STANLEY BRIDGE, P.E.I. - “What would you do if you were the premier of P.E.I. for a day?” This was one of the questions raised to the diverse panel of six, which included three-time Olympian and native Islander Heather Moyse, during the third annual P.E.I. youth summit held at Stanley Bridge Country Resort, Saturday.
One of the panelists, Adam MacLean pursues land stewardship through pasture lambing in South Melville. He hopes local farms will be connected to government institutions such as schools, hospitals and manors, so vulnerable groups can benefit from high-quality nutrient food.Responses during the panel discussion ranged from accessible public transportation all year round, reduction in greenhouse gasses by holding industries accountable, inspiring more youth into the arts, creating leadership events, to a local food procurement policy for all government institutions.
“These are groups that deserve and often don’t have access to the highest quality of nutrition,” he said. “Parents could use the break from packing the school lunches, which could be hastily done, and some may not have the economic means to pack a truly nutritious lunch,” he said.
“Hospitals are a place of healing and food should be a part of that program. I remember visiting my grandmother in the hospital and bringing in food for her,” reflected MacLean. “A government investment in nutritious locally sourced food would have so many benefits…”
He listed off the benefits that included a positive land impact, boost to the economy, including healthier choices and lives.
“There is a long list that has been implemented from the past year, so we are excited to see what comes out from today,” shared Christina MacLeod, one of the organizers with the firm Volume 18 that helped facilitate YDAY 2018.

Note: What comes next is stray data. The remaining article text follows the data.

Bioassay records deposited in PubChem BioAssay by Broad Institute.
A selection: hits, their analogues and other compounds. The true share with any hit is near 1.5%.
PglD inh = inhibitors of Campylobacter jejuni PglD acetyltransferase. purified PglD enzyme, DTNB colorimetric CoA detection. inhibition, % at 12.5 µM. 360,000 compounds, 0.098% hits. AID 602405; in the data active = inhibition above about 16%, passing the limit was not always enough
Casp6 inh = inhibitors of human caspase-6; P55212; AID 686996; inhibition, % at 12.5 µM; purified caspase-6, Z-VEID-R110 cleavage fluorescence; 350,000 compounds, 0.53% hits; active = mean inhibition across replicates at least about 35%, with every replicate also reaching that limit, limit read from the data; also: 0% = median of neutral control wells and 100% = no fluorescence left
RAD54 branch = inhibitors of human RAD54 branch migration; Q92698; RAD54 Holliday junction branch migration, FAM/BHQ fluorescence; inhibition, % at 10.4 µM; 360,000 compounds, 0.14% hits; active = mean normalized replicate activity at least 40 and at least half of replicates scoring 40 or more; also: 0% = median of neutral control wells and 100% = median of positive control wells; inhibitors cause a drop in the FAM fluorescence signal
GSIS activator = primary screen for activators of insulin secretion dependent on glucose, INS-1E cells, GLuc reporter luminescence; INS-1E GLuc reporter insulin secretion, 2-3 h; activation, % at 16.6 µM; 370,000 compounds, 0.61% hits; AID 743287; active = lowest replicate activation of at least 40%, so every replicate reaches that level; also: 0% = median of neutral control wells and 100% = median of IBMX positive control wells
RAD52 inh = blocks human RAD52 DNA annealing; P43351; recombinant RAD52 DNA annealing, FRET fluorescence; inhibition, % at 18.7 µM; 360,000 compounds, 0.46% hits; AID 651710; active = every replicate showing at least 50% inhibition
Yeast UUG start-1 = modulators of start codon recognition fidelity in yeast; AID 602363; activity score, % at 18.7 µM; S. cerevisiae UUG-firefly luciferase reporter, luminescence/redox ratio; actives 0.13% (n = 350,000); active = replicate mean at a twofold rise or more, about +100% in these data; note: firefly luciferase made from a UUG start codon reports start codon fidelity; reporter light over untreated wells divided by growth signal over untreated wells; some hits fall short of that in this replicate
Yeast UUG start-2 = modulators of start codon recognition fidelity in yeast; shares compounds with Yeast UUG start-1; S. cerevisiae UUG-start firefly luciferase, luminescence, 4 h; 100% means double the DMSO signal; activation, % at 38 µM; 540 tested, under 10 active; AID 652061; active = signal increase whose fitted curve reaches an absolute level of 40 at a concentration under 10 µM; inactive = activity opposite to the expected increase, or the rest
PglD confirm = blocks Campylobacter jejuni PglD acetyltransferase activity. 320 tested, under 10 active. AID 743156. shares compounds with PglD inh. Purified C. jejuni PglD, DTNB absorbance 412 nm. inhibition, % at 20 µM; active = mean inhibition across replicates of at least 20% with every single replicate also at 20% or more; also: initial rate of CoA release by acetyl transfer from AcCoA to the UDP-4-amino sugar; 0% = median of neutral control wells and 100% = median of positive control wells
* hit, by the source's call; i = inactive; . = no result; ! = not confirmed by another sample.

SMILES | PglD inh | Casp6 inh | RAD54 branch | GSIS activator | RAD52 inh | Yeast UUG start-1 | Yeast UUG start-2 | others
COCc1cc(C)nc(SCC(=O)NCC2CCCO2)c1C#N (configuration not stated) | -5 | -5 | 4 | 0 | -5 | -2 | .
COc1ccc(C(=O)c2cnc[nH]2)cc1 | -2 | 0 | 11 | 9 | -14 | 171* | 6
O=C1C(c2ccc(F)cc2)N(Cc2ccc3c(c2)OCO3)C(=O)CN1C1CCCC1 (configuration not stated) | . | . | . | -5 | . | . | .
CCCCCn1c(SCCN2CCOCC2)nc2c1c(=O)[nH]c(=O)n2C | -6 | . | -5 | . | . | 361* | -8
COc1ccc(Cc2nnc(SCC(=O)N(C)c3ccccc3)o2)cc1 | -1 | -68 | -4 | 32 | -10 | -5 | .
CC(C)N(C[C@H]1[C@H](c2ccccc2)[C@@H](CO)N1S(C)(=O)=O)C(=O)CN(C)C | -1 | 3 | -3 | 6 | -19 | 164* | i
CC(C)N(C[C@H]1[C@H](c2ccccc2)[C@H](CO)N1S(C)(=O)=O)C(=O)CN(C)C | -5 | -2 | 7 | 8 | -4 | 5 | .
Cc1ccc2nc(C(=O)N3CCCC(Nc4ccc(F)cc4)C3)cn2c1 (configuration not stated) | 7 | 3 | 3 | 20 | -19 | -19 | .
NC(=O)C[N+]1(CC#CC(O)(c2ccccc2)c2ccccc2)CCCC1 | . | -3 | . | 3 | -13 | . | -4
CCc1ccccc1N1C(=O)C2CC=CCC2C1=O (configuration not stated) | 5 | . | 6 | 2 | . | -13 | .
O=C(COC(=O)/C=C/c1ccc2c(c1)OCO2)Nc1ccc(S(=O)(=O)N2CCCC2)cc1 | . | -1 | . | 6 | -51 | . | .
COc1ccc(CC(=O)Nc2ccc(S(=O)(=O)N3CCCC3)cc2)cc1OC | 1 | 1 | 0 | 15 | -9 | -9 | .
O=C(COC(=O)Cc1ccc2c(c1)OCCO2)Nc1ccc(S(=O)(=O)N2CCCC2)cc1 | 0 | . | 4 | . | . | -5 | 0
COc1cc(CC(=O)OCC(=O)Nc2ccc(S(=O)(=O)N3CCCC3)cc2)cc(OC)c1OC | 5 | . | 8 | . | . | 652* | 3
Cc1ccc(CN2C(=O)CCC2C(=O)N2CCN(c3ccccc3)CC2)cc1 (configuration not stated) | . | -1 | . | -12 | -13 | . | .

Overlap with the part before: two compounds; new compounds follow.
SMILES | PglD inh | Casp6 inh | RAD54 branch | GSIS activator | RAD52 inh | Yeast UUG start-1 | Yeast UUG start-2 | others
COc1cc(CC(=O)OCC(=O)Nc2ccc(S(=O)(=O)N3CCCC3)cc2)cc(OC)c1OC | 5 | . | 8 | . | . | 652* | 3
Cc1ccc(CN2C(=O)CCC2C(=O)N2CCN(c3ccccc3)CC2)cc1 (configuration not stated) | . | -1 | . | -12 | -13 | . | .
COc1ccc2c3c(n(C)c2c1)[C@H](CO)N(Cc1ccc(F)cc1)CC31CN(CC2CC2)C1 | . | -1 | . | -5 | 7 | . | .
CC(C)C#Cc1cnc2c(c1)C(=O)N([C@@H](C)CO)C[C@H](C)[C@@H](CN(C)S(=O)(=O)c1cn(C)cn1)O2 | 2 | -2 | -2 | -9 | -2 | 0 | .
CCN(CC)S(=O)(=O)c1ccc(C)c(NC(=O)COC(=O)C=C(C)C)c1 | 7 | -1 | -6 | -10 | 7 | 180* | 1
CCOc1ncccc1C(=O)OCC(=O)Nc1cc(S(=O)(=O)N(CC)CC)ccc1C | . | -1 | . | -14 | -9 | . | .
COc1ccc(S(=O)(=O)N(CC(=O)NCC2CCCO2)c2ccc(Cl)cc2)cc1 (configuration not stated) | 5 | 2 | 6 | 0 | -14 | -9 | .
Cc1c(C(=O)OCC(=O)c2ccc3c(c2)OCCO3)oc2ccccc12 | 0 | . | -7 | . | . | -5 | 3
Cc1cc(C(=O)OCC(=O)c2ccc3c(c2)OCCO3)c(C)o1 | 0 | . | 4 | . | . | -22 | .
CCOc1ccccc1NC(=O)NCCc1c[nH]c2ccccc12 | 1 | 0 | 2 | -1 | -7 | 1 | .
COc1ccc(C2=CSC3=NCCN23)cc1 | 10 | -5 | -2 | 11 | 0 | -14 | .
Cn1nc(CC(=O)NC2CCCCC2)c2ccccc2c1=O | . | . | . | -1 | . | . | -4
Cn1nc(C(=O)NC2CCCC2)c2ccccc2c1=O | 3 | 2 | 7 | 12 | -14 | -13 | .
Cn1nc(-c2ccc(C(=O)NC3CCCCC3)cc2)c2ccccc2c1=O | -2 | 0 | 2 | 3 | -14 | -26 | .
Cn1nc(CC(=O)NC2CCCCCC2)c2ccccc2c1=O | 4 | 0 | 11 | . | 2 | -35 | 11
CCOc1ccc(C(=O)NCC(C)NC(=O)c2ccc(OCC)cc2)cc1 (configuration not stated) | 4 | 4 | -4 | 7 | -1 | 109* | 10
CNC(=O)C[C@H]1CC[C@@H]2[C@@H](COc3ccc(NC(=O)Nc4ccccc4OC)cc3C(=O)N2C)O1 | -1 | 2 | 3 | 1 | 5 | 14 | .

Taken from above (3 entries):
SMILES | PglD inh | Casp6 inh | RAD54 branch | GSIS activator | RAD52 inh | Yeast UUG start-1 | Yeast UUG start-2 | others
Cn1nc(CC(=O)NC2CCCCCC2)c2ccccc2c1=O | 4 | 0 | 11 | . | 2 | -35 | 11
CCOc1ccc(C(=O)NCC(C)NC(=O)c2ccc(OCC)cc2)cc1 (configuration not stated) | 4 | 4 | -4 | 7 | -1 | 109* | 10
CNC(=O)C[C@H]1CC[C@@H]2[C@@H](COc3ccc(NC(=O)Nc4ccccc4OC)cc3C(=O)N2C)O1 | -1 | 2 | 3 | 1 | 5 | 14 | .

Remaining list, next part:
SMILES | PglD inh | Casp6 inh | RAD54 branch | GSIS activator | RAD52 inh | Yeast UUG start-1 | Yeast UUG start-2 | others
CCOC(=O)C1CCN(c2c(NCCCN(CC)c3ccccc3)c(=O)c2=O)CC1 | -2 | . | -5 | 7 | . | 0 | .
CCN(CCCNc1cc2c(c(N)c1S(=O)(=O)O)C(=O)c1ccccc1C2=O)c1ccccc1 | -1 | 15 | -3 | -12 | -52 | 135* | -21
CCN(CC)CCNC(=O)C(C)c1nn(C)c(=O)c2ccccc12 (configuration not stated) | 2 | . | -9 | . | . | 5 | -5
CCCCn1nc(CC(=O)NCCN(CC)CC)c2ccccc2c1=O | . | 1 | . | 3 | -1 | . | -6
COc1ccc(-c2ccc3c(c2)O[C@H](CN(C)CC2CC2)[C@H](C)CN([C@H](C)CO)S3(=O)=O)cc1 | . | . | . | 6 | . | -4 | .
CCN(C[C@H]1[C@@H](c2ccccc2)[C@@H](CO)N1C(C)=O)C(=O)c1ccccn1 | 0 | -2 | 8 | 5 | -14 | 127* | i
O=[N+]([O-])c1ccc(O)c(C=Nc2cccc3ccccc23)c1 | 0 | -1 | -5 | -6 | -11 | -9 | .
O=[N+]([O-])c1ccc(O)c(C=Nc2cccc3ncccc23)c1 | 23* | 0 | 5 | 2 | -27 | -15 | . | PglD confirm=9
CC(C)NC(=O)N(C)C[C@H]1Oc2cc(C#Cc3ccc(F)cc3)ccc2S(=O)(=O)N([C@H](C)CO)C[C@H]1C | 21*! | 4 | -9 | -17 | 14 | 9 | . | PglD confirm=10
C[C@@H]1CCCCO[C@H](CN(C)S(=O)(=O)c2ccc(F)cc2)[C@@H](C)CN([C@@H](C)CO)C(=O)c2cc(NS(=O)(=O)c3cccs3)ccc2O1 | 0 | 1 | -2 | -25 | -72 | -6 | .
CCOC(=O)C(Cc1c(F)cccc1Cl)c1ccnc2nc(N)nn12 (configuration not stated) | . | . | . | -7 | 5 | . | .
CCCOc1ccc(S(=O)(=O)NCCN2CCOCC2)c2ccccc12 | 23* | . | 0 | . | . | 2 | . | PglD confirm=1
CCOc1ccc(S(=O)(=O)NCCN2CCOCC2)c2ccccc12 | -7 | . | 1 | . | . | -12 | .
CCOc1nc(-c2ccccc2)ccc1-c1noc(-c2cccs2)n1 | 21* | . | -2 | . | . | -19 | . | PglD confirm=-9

“The event is an opportunity to discuss ideas, potential solutions and then partner youth aged 16 to 34 with stakeholders, as well as government officials to see if there have been changes,” she said.
Nouhad Mourad, one of the 72 attendees at the event that ran from 9:30 a.m. until 3:30 p.m., said YDAY gives youth “not only a voice to be heard, but also amplified.”
Three-time Olympian champion Heather Moyse shared her message and said we are all capable of way more than we think.
The double gold medalist wished those in attendance the courage to make decisions, to have perspective, perseverance, and creativity to think outside the box, as well as believe that it is possible.“My keynote touches on mindset and perspective – the ability to shift your perspective in order to still see the possibilities that exist regardless of whatever challenges you are facing or obstacles that are seemingly standing in your way to achieve your goal.”
Since last year’s YDAY event, 17 recommendations have been considered by the government and are turning into outcomes.
These recommendations include internet for rural P.E.I., connecting newcomers to potential employers, repatriation to encourage Islanders living away to come home, expanded student financial support, expansion of the community service bursary, to name but a few.
Although the panelists came from all different walks of life, when asked why P.E.I. is an ideal place to stay for youth, they all agreed that there’s a tremendous amount of community support.
“There’s an incredible amount of support here, as long as we conduct ourselves with integrity then opportunities will keep coming up,” concluded MacLean.